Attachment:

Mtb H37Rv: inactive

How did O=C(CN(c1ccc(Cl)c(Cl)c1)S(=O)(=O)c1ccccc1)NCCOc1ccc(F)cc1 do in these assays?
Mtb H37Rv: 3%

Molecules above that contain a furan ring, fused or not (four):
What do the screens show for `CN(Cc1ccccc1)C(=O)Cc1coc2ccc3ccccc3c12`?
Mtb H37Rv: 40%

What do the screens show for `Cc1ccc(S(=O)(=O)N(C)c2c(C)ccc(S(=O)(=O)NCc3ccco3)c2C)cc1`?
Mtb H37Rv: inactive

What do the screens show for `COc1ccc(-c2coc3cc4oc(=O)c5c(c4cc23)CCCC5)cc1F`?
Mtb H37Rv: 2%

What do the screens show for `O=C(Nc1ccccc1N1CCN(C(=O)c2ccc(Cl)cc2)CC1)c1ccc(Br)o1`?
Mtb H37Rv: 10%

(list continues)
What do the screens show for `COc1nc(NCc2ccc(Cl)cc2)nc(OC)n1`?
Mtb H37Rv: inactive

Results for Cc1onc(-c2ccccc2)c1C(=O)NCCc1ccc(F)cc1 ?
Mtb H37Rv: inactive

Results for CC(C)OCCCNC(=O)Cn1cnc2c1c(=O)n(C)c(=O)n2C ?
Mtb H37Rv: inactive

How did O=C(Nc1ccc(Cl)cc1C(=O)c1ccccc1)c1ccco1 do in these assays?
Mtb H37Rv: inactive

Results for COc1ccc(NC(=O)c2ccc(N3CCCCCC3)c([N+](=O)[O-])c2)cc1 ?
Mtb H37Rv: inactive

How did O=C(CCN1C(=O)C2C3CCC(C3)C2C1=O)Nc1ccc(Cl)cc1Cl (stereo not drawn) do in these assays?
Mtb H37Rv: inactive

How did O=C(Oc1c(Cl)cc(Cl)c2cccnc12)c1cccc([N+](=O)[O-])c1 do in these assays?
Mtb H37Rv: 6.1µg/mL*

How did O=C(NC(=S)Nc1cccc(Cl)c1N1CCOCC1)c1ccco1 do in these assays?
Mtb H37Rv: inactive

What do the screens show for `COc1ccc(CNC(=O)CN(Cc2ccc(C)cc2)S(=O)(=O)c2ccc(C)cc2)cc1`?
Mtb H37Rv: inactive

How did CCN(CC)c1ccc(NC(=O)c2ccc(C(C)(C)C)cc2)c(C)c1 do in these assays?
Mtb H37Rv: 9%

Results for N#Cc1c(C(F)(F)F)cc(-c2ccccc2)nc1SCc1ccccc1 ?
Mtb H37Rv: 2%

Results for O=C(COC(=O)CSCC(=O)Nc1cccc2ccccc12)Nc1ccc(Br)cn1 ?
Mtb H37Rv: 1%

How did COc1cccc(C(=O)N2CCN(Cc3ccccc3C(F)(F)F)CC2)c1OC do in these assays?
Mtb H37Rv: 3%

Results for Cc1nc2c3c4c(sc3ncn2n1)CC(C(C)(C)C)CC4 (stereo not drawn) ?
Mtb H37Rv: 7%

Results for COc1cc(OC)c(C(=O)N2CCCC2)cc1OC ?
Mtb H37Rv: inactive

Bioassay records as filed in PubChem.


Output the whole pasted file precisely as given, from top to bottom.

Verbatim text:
Mtb H37Rv: inactive

How did O=C(CN(c1ccc(Cl)c(Cl)c1)S(=O)(=O)c1ccccc1)NCCOc1ccc(F)cc1 do in these assays?
Mtb H37Rv: 3%

Molecules above that contain a furan ring, fused or not (four):
What do the screens show for `CN(Cc1ccccc1)C(=O)Cc1coc2ccc3ccccc3c12`?
Mtb H37Rv: 40%

What do the screens show for `Cc1ccc(S(=O)(=O)N(C)c2c(C)ccc(S(=O)(=O)NCc3ccco3)c2C)cc1`?
Mtb H37Rv: inactive

What do the screens show for `COc1ccc(-c2coc3cc4oc(=O)c5c(c4cc23)CCCC5)cc1F`?
Mtb H37Rv: 2%

What do the screens show for `O=C(Nc1ccccc1N1CCN(C(=O)c2ccc(Cl)cc2)CC1)c1ccc(Br)o1`?
Mtb H37Rv: 10%

(list continues)
What do the screens show for `COc1nc(NCc2ccc(Cl)cc2)nc(OC)n1`?
Mtb H37Rv: inactive

Results for Cc1onc(-c2ccccc2)c1C(=O)NCCc1ccc(F)cc1 ?
Mtb H37Rv: inactive

Results for CC(C)OCCCNC(=O)Cn1cnc2c1c(=O)n(C)c(=O)n2C ?
Mtb H37Rv: inactive

How did O=C(Nc1ccc(Cl)cc1C(=O)c1ccccc1)c1ccco1 do in these assays?
Mtb H37Rv: inactive

Results for COc1ccc(NC(=O)c2ccc(N3CCCCCC3)c([N+](=O)[O-])c2)cc1 ?
Mtb H37Rv: inactive

How did O=C(CCN1C(=O)C2C3CCC(C3)C2C1=O)Nc1ccc(Cl)cc1Cl (stereo not drawn) do in these assays?
Mtb H37Rv: inactive

How did O=C(Oc1c(Cl)cc(Cl)c2cccnc12)c1cccc([N+](=O)[O-])c1 do in these assays?
Mtb H37Rv: 6.1µg/mL*

How did O=C(NC(=S)Nc1cccc(Cl)c1N1CCOCC1)c1ccco1 do in these assays?
Mtb H37Rv: inactive

What do the screens show for `COc1ccc(CNC(=O)CN(Cc2ccc(C)cc2)S(=O)(=O)c2ccc(C)cc2)cc1`?
Mtb H37Rv: inactive

How did CCN(CC)c1ccc(NC(=O)c2ccc(C(C)(C)C)cc2)c(C)c1 do in these assays?
Mtb H37Rv: 9%

Results for N#Cc1c(C(F)(F)F)cc(-c2ccccc2)nc1SCc1ccccc1 ?
Mtb H37Rv: 2%

Results for O=C(COC(=O)CSCC(=O)Nc1cccc2ccccc12)Nc1ccc(Br)cn1 ?
Mtb H37Rv: 1%

How did COc1cccc(C(=O)N2CCN(Cc3ccccc3C(F)(F)F)CC2)c1OC do in these assays?
Mtb H37Rv: 3%

Results for Cc1nc2c3c4c(sc3ncn2n1)CC(C(C)(C)C)CC4 (stereo not drawn) ?
Mtb H37Rv: 7%

Results for COc1cc(OC)c(C(=O)N2CCCC2)cc1OC ?
Mtb H37Rv: inactive

Bioassay records as filed in PubChem.